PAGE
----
Review: Snoop Dog – Bush

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2291

★★★★☆

Four stars

With his new album, Snoop Dogg returns from a two album detour into the
realms of reggae and funk, which were 
overseen by alter egos Snoop Lion and Snoopzilla respectively. And this lengthy experimental trip has clearly done him good, as Bush, his thirteenth album, is easily his most confident, enjoyable work since at least 2006’s Tha Blue Carpet Treatment.

The album finds Snoop reunited with frequent collaborator Pharrell, who executive produces every song here. Surprisingly, for two artists whose public images, and debatably work, have of late veered dangerously close to becoming pop cultural punch lines, the natural fit and easy chemistry between the pair makes for a surprisingly fulfilling team up.

It’s very much a collaborative record, with Pharrell’s instantly recognisable spare beats bringing out the best in Snoop’s laid back Cali drawl, and the two have great fun bringing some funk to the album’s laid back, loosely structured tracks.

Running at just ten songs, the album is slight, which is just as well, since the record has little on its mind other than a good time. Lyrically a meditation on girls, drinks and easy living, Bush knows the best things in life are passing pleasures. Current single and album opener ‘California Roll’ draws us immediately into the album’s zen outlook, establishing the blueprint for the album’s chilled, funky production, with an assist from Stevie Wonder.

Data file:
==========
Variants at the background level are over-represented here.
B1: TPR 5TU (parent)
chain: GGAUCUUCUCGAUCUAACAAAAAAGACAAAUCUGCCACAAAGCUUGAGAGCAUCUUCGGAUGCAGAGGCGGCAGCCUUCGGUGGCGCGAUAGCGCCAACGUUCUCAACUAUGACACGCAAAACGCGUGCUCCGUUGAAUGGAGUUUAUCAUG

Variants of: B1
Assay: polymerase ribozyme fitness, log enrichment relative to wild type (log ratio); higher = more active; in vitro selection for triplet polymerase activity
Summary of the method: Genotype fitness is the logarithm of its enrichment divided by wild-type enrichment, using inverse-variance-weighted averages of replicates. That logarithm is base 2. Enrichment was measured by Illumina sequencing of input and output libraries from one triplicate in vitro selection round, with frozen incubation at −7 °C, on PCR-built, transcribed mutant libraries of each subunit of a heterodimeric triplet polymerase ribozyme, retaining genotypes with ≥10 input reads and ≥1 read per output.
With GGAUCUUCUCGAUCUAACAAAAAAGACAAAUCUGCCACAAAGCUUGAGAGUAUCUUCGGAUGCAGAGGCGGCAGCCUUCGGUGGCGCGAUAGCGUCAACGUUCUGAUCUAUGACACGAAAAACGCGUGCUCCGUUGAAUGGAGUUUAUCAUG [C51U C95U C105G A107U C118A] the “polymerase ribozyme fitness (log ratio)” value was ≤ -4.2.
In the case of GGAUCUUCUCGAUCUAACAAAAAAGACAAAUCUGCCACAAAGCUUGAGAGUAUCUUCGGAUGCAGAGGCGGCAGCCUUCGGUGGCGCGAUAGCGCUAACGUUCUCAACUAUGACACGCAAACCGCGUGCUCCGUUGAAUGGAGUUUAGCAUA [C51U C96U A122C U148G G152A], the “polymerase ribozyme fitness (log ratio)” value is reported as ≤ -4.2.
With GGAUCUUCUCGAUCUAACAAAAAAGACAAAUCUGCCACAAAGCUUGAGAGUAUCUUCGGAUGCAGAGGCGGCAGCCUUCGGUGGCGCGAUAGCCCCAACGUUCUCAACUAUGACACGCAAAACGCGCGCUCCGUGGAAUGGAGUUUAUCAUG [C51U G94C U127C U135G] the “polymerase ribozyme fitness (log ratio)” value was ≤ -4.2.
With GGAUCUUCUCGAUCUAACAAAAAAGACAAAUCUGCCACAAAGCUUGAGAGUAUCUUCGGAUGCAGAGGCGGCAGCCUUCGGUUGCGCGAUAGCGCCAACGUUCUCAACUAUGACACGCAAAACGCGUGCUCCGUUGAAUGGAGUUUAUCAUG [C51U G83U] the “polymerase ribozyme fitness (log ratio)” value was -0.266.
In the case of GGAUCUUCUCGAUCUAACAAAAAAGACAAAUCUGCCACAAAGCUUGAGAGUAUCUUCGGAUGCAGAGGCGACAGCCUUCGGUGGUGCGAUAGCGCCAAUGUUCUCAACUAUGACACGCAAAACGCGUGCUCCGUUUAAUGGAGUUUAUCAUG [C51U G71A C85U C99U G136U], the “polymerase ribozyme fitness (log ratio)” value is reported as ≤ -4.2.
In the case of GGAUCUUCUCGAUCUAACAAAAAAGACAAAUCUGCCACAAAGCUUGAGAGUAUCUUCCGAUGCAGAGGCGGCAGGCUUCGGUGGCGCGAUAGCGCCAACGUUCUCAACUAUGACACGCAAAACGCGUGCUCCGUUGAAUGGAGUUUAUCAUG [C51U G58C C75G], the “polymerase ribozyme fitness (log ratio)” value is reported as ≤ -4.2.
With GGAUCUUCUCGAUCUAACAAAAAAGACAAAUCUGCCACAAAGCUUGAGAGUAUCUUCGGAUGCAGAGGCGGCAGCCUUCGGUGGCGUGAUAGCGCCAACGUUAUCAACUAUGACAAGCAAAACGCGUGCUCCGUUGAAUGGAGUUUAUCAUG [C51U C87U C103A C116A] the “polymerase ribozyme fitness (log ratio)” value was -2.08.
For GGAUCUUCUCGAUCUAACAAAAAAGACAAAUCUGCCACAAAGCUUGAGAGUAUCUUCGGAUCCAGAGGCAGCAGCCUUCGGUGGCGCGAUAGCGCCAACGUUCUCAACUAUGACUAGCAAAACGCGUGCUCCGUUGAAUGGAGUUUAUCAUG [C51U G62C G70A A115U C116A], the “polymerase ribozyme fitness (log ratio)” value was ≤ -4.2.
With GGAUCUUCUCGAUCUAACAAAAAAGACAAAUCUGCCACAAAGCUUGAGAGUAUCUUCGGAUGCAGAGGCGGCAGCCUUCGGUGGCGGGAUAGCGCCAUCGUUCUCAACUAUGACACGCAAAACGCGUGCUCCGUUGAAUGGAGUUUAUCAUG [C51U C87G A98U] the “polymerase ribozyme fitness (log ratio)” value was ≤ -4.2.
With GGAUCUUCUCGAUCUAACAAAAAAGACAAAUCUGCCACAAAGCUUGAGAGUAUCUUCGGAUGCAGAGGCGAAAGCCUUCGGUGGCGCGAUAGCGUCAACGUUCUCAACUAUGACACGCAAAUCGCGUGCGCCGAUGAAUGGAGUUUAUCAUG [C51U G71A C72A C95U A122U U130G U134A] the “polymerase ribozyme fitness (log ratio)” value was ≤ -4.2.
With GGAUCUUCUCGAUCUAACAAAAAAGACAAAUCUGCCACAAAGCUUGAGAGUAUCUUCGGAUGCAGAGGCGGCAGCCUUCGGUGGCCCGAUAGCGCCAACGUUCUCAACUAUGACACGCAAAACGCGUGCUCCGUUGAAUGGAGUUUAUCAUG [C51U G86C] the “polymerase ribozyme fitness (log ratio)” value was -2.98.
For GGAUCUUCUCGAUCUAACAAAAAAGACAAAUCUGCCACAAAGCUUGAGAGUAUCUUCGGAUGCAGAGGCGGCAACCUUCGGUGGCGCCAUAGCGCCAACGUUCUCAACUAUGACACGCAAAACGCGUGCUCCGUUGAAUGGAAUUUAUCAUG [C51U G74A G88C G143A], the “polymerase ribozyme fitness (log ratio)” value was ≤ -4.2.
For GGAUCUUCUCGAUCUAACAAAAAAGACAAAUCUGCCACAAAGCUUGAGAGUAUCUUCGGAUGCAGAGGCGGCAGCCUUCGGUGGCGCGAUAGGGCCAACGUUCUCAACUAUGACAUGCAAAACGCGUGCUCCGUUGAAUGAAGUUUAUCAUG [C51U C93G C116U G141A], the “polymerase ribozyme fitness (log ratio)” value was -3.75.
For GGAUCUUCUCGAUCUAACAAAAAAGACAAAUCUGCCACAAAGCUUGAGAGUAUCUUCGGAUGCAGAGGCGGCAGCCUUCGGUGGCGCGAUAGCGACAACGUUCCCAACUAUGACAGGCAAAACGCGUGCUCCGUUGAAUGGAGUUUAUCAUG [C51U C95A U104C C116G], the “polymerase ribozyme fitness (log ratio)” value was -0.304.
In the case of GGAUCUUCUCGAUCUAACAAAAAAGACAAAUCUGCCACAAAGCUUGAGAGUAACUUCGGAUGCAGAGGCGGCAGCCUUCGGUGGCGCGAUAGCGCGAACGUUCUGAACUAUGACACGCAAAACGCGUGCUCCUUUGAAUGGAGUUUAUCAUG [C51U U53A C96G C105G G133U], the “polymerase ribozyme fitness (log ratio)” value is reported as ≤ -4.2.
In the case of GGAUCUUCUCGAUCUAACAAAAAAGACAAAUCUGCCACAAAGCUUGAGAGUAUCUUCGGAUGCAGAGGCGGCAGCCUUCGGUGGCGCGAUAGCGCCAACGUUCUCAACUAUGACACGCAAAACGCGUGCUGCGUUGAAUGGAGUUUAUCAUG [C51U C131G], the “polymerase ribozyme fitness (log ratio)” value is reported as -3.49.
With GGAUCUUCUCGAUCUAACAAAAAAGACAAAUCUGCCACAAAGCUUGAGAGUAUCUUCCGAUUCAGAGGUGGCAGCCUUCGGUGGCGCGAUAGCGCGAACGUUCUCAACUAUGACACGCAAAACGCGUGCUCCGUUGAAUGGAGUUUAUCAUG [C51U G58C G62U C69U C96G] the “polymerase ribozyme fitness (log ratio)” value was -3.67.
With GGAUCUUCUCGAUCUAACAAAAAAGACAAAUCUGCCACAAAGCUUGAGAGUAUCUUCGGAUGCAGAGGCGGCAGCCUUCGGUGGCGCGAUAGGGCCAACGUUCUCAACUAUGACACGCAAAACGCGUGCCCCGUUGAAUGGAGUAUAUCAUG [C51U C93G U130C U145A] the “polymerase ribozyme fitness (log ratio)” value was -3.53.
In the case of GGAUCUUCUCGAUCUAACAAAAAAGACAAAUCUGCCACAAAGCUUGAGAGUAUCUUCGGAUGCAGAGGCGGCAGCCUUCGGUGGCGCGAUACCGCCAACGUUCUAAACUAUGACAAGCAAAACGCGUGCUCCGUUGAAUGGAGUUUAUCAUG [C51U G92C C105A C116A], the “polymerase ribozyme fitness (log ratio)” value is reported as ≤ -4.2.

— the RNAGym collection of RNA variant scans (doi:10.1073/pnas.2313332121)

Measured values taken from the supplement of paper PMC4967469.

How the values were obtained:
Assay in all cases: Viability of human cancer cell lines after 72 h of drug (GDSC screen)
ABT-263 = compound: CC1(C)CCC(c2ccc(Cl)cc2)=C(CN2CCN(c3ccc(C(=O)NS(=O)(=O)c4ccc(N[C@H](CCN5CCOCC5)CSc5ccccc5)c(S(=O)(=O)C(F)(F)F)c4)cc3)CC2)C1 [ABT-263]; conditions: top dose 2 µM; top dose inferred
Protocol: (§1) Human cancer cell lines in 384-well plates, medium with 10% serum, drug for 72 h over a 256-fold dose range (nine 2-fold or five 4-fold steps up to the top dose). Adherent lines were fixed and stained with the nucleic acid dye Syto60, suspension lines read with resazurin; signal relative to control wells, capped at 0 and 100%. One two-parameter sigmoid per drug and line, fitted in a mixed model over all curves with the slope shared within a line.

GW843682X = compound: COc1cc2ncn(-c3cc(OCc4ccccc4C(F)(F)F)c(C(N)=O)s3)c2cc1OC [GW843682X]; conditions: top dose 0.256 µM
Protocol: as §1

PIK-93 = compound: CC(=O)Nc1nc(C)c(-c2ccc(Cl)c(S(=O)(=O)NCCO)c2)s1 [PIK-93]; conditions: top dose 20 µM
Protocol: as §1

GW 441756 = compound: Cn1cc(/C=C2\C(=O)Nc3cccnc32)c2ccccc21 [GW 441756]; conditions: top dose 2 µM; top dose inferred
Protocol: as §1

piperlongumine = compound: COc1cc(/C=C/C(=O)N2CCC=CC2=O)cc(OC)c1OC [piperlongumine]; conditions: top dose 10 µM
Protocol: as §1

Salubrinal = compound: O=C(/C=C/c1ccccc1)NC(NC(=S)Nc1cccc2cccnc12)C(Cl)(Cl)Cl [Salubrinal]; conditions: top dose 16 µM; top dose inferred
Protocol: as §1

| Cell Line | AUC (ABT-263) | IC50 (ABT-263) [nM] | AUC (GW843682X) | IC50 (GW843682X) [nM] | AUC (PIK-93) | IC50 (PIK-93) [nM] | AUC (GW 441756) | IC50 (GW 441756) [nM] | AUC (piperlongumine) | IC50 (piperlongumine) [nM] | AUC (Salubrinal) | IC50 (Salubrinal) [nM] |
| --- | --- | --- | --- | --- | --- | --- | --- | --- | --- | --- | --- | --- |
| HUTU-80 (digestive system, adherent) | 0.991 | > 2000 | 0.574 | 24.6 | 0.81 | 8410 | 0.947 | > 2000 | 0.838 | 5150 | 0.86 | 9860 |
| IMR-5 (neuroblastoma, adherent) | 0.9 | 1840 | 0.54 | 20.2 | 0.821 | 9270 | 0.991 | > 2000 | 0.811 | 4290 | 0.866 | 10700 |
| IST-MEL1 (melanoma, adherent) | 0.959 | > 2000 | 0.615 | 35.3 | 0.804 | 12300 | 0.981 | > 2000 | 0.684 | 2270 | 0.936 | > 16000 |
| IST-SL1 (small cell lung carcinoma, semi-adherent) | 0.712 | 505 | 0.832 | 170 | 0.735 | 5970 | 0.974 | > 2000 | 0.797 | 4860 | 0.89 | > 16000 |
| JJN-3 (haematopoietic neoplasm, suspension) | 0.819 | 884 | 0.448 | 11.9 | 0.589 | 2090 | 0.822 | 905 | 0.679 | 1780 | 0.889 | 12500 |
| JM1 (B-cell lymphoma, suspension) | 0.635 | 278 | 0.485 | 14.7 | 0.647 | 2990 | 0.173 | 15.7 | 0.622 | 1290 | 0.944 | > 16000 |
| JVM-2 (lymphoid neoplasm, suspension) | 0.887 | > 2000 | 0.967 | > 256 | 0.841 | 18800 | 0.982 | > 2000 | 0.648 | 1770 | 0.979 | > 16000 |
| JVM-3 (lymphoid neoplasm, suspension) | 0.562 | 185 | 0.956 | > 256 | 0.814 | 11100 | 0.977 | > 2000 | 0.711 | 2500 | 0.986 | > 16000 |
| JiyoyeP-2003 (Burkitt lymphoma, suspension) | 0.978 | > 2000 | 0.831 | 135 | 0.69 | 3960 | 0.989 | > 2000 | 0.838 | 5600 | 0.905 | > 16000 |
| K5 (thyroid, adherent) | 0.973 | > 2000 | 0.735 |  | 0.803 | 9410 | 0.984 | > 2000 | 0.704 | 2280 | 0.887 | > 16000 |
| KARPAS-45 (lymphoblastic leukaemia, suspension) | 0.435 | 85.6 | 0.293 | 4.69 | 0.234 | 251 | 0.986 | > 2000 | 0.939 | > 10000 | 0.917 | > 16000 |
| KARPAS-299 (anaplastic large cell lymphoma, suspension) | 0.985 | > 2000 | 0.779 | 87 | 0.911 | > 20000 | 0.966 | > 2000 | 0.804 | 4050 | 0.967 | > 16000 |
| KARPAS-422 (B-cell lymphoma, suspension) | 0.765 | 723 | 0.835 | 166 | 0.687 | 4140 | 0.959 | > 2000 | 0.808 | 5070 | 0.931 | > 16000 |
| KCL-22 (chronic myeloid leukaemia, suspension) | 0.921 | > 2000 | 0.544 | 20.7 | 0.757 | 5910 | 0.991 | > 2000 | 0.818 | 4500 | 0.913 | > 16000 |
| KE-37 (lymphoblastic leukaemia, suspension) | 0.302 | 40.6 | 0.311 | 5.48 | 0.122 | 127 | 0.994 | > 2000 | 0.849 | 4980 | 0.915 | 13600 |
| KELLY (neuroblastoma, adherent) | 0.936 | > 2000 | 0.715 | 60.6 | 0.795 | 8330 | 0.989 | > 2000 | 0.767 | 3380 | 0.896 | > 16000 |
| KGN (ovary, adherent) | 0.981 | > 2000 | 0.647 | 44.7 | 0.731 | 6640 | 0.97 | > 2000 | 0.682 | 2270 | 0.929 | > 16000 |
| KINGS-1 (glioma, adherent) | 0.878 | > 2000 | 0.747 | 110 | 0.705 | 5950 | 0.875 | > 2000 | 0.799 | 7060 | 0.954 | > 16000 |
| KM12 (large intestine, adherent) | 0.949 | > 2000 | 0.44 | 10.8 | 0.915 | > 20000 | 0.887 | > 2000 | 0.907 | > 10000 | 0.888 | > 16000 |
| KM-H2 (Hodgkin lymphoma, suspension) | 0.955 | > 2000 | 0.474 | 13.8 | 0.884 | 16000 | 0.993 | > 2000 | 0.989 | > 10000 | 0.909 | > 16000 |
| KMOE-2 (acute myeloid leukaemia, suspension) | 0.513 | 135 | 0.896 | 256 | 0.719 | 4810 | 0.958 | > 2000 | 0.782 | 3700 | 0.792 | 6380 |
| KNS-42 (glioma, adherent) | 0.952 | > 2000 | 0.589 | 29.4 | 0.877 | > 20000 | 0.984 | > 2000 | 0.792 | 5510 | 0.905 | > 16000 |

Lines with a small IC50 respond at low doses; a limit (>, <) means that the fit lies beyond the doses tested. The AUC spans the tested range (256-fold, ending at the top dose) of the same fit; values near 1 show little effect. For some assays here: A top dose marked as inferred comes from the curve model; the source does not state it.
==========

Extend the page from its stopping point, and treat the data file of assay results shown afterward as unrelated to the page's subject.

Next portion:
Bush is full of great collaborations, particularly from Pharrell’s stable (or should that be kennel!?) of regulars. ‘Edibles’, with its T.I. guest appear- ance, finds both rappers either loved-up or with the munchies, depending how you want to read it. Elsewhere Gwen Stefani, firmly in deadpan mode, is utilised to far more interesting effect than on recent Pharrell re-team and comeback attempt, ‘Spark the Fire’. She and Snoop trade silly come-ons in the undeniable chorus, her voice recalling the female background singer that dips in and out of the record, allowing Snoop’s eye for the ladies, like the record’s sound, never quite to spill over into uncomfortably sleazy territory.

Other highlights include the playful ‘So Many Pros’, ‘Peaches N Cream’ and ‘I Knew That’, all chock full of Snoopisms, ad libs and good, summery vibes. Only ‘This City’ really changes up the formula much, with its slightly heftier production and meditation on ambition providing a nice counterbalance.

The album’s uniform production, loose hooks, and relatively interchangeable concerns make for a coherent listen, crafting a breezy forty or so minutes with Snoop and pals. If album closer ‘I’m Ya Dogg’ tells us anything, with his easy-going flow holding its own against the more aggressive presence of Rick Ross and Kendrick Lamar, it’s that Snoop knows exactly what he’s best at. With Bush, Snoop is back, and he’s still our Dogg. 

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